Tendinopathy Bentonville AR

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Rodger C Dickinson Jr, MD
(479) 273-1111
1504 SE 28th St
Bentonville, AR
Specialties
Orthopedics
Gender
Male
Education
Medical School: Univ Of Ar Coll Of Med, Little Rock Ar 72205
Graduation Year: 1971

Data Provided By:
James Marshall Mc Kenzie, MD
(479) 273-1111
2201 NW Vassar Ct
Bentonville, AR
Specialties
Orthopedics
Gender
Male
Education
Medical School: Univ Of Ar Coll Of Med, Little Rock Ar 72205
Graduation Year: 1986

Data Provided By:
Dr.Rodger Dickinson
(479) 273-1111
1504 Southeast 28th Street
Bentonville, AR
Gender
M
Speciality
Orthopedic Surgeon
General Information
Accepting New Patients: Yes
RateMD Rating
5.0, out of 5 based on 1, reviews.

Data Provided By:
Dr.Chris Dougherty
(479) 273-1111
1504 Southeast 28th Street
Bentonville, AR
Gender
M
Speciality
Orthopedic Surgeon
General Information
Accepting New Patients: Yes
RateMD Rating
5.0, out of 5 based on 2, reviews.

Data Provided By:
John Douglas Mertz, MD
(479) 636-9607
101 N 37th St
Rogers, AR
Specialties
Orthopedics
Gender
Male
Education
Medical School: Univ Of Tx Southwestern Med Ctr At Dallas, Med Sch, Dallas Tx 75235
Graduation Year: 1980
Hospital
Hospital: St Mary Rogers Mem Hosp, Rogers, Ar
Group Practice: Ozark Orthopaedic & Sports Ltd

Data Provided By:
Jeremy David Smith, DDS
(479) 273-9300
4000 NE Kensington Ave
Bentonville, AR
Specialties
Orthodontics/Dentofacial Orthopedics

Data Provided By:
Rodger C Dickinson
(479) 273-1111
1504 Se 28th St
Bentonville, AR
Specialty
Orthopedic Surgery

Data Provided By:
James Marshall McKenzie
(479) 273-1111
1504 Se 28th St
Bentonville, AR
Specialty
Orthopedic Surgery

Data Provided By:
Oscar Leon Henderson, MD
(479) 443-4301
5227 Spring Lake Ct
Rogers, AR
Specialties
Orthopedics
Gender
Male
Education
Medical School: Univ Of Ar Coll Of Med, Little Rock Ar 72205
Graduation Year: 1976

Data Provided By:
John D Mertz
(479) 521-2752
101 North 37th
Rogers, AR
Specialty
Orthopedic Surgery

Data Provided By:
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Best Treatment for Tendinopathy

It’s not clear what is the best treatment for tendinopathy. That’s the conclusion of researchers reviewing all the published studies on the topic. Tendinopathy refers to a painful tendon condition caused by overuse. Although it feels like it, it’s not the same as tendonitis. There’s pain but no actual inflammation.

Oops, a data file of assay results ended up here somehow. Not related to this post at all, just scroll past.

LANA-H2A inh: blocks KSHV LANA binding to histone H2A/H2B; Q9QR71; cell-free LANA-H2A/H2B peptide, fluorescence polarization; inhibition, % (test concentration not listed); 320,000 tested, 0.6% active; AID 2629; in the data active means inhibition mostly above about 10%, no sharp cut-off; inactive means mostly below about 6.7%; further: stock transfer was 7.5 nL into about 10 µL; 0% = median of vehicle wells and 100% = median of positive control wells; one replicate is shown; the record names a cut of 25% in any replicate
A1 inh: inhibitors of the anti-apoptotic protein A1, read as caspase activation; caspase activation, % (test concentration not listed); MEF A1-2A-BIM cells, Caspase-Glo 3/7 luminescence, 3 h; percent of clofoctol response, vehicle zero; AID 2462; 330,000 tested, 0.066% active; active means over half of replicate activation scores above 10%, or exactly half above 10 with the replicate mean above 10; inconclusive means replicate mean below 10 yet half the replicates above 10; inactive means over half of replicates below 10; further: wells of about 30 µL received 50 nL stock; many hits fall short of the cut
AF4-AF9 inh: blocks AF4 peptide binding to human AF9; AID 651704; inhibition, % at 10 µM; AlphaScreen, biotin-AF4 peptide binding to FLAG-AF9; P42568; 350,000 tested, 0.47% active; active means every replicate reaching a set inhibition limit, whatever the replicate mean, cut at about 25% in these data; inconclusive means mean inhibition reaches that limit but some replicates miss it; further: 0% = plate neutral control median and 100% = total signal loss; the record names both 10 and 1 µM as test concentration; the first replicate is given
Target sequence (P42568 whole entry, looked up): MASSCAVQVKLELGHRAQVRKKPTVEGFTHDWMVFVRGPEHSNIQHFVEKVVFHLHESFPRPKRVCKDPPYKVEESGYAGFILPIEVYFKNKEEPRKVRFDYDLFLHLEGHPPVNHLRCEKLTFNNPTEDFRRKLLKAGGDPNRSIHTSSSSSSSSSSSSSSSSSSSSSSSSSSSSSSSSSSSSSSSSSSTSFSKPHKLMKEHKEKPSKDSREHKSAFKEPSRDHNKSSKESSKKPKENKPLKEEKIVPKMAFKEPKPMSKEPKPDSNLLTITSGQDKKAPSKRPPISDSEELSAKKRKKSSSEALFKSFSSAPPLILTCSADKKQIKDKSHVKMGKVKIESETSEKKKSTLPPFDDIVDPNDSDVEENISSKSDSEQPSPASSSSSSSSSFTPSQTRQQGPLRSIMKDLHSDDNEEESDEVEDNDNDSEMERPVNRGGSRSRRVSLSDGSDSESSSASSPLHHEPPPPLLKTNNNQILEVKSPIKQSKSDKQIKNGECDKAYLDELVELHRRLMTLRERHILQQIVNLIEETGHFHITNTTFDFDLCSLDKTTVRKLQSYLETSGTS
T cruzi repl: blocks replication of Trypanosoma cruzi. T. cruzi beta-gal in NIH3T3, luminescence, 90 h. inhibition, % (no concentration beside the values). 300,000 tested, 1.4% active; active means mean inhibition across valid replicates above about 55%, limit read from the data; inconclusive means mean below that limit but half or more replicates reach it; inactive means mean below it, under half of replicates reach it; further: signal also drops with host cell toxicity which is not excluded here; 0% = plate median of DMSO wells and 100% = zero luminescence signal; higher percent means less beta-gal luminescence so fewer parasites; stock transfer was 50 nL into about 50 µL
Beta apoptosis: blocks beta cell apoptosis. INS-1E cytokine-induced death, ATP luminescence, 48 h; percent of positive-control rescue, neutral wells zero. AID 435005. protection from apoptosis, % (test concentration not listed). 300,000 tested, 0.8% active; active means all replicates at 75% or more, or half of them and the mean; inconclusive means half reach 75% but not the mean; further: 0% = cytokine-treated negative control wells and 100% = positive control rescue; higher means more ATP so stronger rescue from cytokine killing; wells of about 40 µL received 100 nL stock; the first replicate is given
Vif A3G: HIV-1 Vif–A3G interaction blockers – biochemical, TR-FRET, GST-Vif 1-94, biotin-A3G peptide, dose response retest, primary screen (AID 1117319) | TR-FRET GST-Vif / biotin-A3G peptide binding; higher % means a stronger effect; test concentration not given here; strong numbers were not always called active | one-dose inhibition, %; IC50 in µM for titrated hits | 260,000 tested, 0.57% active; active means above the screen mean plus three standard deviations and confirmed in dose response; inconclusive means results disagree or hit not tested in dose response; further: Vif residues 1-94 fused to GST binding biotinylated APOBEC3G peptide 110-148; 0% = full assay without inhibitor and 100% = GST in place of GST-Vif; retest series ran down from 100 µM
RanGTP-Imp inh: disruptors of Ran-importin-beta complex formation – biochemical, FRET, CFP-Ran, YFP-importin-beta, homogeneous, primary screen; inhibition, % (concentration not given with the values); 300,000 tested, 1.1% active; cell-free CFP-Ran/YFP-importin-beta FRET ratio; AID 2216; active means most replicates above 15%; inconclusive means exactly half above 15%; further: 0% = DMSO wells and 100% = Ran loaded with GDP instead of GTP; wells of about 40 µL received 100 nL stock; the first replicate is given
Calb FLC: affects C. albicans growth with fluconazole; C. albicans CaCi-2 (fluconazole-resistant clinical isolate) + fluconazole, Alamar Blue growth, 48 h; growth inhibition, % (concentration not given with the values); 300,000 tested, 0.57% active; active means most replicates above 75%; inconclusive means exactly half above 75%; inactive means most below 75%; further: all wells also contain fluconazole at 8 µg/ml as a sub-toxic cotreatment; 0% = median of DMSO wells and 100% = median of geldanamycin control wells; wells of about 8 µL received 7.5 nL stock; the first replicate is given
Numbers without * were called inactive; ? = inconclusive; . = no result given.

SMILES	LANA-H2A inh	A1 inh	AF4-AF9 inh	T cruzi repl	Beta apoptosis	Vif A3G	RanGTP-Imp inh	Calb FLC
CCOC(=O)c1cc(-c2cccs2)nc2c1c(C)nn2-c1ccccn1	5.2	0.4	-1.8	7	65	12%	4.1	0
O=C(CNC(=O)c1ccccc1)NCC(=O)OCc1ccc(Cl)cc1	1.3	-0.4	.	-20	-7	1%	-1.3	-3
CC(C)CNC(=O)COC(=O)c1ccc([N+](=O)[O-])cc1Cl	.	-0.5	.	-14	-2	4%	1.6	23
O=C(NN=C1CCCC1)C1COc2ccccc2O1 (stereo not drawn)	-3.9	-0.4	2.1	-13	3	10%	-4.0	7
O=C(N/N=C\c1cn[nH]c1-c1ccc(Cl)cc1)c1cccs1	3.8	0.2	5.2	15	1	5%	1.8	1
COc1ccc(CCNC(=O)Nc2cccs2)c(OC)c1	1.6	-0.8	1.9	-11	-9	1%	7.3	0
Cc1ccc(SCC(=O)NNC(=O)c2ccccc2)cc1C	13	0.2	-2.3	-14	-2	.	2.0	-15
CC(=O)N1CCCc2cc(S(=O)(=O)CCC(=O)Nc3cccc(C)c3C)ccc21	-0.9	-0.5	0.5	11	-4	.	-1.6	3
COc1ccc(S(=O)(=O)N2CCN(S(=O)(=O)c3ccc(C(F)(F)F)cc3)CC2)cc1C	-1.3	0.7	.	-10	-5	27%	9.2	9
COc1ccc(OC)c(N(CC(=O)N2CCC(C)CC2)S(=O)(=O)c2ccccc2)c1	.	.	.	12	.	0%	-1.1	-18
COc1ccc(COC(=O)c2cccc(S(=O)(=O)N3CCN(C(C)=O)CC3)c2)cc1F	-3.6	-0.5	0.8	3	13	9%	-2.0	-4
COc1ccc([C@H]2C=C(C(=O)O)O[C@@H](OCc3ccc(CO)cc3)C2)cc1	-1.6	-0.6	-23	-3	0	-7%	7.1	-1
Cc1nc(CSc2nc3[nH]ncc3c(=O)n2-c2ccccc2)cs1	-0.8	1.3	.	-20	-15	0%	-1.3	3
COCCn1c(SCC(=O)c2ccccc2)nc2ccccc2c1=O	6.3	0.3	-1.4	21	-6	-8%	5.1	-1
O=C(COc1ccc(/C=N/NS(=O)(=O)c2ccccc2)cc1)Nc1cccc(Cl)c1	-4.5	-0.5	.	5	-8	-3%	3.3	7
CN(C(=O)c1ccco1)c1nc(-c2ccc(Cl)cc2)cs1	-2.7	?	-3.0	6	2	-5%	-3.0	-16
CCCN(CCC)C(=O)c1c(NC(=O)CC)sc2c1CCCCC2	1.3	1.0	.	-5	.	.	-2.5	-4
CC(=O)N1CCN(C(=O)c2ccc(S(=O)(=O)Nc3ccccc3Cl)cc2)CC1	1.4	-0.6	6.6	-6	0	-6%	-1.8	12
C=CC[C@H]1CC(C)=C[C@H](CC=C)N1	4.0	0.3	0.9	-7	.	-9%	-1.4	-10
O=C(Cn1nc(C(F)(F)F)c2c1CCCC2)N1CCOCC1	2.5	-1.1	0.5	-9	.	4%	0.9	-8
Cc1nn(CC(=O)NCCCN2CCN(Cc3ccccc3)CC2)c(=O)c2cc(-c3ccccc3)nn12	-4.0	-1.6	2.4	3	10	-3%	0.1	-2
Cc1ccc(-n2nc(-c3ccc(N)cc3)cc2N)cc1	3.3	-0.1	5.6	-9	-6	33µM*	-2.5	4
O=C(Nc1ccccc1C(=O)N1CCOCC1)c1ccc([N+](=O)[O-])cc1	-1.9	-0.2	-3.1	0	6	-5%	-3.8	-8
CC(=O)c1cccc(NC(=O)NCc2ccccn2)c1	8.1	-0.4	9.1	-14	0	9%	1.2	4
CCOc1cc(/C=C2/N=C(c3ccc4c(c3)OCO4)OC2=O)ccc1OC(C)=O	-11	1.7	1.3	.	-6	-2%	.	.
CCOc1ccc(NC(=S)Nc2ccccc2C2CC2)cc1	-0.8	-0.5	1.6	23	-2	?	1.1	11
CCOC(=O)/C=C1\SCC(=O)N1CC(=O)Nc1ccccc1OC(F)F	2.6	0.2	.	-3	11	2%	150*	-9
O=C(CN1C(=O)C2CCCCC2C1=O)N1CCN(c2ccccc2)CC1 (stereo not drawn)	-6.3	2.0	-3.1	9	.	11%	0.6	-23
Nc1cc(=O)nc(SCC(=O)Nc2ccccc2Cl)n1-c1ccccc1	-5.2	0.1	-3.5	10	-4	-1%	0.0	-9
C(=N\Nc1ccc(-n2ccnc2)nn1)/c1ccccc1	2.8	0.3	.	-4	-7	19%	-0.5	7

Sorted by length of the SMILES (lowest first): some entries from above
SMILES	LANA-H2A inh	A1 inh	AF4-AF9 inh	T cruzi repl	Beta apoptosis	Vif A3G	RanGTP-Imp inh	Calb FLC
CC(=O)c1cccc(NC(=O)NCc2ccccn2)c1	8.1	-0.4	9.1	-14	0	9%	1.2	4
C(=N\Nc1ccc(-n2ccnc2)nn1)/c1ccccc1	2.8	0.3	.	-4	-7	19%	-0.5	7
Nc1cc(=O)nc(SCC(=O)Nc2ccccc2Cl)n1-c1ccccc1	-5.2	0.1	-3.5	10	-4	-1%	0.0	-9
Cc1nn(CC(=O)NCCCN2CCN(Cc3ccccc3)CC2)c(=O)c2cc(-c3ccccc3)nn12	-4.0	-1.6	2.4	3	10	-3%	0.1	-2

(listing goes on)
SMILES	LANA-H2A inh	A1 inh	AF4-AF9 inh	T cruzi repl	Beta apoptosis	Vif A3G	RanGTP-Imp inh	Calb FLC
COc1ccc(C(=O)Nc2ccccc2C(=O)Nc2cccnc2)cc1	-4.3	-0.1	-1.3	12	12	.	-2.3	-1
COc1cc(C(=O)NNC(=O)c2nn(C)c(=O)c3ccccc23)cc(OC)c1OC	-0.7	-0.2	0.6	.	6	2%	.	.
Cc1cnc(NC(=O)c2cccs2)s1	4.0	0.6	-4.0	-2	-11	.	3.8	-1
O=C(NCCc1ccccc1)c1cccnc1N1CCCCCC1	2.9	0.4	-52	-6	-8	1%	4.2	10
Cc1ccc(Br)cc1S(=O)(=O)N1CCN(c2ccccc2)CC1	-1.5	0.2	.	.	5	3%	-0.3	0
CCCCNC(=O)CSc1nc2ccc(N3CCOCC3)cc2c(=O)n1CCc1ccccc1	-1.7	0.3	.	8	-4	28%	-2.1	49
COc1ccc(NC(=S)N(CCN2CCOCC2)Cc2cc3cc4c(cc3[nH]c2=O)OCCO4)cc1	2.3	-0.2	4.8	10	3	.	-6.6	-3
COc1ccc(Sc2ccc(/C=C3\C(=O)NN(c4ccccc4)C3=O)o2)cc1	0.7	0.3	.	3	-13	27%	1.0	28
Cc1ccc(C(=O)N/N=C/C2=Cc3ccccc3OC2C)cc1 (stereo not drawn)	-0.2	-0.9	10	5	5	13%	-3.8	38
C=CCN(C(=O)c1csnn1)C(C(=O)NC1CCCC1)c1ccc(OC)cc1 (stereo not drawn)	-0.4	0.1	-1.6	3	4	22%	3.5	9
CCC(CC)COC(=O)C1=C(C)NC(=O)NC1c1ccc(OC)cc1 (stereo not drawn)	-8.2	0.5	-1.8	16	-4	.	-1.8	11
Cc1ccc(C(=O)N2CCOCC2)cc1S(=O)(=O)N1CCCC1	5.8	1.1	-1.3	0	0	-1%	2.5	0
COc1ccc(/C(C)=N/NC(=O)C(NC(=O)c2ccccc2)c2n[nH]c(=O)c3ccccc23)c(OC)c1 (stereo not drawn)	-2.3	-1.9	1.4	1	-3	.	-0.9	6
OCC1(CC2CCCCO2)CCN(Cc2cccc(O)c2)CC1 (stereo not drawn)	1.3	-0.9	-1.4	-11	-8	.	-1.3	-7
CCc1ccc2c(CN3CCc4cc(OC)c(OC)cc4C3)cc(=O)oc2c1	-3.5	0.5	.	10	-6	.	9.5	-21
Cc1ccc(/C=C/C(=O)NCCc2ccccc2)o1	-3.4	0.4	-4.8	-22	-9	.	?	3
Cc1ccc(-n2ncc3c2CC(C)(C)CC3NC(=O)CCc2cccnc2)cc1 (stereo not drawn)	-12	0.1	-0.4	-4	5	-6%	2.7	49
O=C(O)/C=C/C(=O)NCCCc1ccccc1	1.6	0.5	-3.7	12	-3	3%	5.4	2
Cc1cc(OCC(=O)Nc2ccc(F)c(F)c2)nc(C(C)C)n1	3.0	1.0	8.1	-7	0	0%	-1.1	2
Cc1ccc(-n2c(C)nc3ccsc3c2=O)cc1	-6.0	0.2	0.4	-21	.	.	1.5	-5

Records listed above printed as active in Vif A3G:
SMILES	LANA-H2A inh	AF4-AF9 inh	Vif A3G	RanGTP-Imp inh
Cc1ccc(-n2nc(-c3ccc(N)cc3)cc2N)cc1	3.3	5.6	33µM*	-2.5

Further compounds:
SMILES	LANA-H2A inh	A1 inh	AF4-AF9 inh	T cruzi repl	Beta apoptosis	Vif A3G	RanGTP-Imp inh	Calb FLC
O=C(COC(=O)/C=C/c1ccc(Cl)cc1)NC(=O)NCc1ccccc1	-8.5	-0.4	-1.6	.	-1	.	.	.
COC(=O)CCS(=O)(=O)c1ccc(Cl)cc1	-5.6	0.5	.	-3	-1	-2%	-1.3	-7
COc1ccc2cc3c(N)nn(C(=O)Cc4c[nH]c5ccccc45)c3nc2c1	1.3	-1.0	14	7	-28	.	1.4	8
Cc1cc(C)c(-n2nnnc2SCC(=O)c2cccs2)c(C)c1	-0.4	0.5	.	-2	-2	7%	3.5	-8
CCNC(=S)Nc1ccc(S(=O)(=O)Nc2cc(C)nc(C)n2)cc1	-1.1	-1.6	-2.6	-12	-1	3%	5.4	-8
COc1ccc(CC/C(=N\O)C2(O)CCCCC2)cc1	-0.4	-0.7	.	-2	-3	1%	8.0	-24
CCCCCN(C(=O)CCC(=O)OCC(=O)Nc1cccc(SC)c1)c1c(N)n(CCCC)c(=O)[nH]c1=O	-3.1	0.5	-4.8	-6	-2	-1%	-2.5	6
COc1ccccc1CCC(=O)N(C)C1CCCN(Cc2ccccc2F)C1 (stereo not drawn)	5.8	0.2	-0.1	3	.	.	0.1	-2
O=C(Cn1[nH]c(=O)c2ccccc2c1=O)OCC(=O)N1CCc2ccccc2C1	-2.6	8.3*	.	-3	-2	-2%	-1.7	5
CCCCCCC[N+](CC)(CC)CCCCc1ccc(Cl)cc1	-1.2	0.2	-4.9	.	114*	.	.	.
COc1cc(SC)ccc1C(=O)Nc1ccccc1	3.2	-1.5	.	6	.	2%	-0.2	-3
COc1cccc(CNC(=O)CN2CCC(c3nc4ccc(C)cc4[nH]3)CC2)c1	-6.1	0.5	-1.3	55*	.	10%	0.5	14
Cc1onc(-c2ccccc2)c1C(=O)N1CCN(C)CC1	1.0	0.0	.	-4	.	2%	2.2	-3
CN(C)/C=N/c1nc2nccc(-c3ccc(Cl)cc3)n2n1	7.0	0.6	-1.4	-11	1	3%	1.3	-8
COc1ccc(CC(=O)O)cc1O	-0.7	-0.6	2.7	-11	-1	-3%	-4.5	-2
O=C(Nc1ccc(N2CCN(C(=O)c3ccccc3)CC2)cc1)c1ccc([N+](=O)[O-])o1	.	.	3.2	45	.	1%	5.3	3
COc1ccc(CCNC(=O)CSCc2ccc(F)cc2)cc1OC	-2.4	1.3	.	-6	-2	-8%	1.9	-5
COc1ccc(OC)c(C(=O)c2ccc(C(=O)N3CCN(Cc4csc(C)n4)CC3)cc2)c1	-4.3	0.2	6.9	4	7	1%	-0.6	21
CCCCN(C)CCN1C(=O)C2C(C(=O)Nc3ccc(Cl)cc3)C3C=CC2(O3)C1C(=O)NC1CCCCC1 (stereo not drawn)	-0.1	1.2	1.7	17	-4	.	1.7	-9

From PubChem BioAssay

Treatment has traditionally focused on providing anti-inflammatory measures. This has included nonsteroidal anti-inflammatory drugs (NSAIDs), steroid injections, and physical therapy modalities. Stretching and strengthening exercises have always been a part of the standard treatment approach.

More recently, shock wave therapy, low-level laser therapy, sclerotherapy, and growth factors and stem cell treatment have been added. The results of all treatment methods were compared by performing a literature review. The authors summarized the results of 177 studies. They did not evaluate the quality of the work done.

For the most part, it appears that NSAIDs and cortisone injections offer short-term relief. There just isn’t a long-term benefit of these treatments. Results using heat and light modalities seem inconsistent. But this may be more likely to occur because of how the studies were conducted. Without consistent methods and measures, it’s difficult to compare one study to another.

The most effective treatment may be eccentric lengthening exercises, sclerotherapy, and nitric oxide patches. Eccentric exercises are done by placing the affected muscle in a shortened position then lengthening the muscle against resistance.

Sclerotherapy is the injection of a chemical to produce scarring in the blood vessels. The idea is to close down tiny blood vessels and destroy nerve fibers that form in the damaged area. Nitric oxide has some potential for tendon healing. A patch placed over the skin delivers an enzyme that acts as a chemical messenger to provide pain relief.

Newer treatments such as growth factors and stem cells look promisin...

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